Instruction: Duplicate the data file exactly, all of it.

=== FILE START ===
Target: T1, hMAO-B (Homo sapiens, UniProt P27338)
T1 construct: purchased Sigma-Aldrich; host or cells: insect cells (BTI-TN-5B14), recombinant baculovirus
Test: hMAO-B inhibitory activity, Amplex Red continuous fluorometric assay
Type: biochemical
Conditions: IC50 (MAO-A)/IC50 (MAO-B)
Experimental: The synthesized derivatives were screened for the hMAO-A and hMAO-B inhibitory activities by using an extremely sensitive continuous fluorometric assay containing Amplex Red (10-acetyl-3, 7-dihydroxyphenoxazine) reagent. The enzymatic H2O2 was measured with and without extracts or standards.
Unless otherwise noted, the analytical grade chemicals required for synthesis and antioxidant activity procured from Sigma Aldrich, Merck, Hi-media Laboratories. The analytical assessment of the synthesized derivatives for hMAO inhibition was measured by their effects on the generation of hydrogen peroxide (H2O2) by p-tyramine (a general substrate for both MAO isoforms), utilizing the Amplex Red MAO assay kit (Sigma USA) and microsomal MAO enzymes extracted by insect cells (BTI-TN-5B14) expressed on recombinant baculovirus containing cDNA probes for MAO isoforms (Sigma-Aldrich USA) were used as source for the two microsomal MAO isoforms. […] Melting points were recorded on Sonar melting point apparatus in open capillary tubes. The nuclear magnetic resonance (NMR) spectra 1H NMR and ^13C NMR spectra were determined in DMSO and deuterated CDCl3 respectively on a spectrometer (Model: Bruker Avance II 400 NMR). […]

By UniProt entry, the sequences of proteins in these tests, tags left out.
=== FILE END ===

Target: T1, hMAO-B (Homo sapiens, UniProt P27338)
T1 construct: purchased Sigma-Aldrich; host or cells: insect cells (BTI-TN-5B14), recombinant baculovirus
Test: hMAO-B inhibitory activity, Amplex Red continuous fluorometric assay
Type: biochemical
Conditions: IC50 (MAO-A)/IC50 (MAO-B)
Experimental: The synthesized derivatives were screened for the hMAO-A and hMAO-B inhibitory activities by using an extremely sensitive continuous fluorometric assay containing Amplex Red (10-acetyl-3, 7-dihydroxyphenoxazine) reagent. The enzymatic H2O2 was measured with and without extracts or standards.
Unless otherwise noted, the analytical grade chemicals required for synthesis and antioxidant activity procured from Sigma Aldrich, Merck, Hi-media Laboratories. The analytical assessment of the synthesized derivatives for hMAO inhibition was measured by their effects on the generation of hydrogen peroxide (H2O2) by p-tyramine (a general substrate for both MAO isoforms), utilizing the Amplex Red MAO assay kit (Sigma USA) and microsomal MAO enzymes extracted by insect cells (BTI-TN-5B14) expressed on recombinant baculovirus containing cDNA probes for MAO isoforms (Sigma-Aldrich USA) were used as source for the two microsomal MAO isoforms. […] Melting points were recorded on Sonar melting point apparatus in open capillary tubes. The nuclear magnetic resonance (NMR) spectra 1H NMR and ^13C NMR spectra were determined in DMSO and deuterated CDCl3 respectively on a spectrometer (Model: Bruker Avance II 400 NMR). […]

By UniProt entry, the sequences of proteins in these tests, tags left out.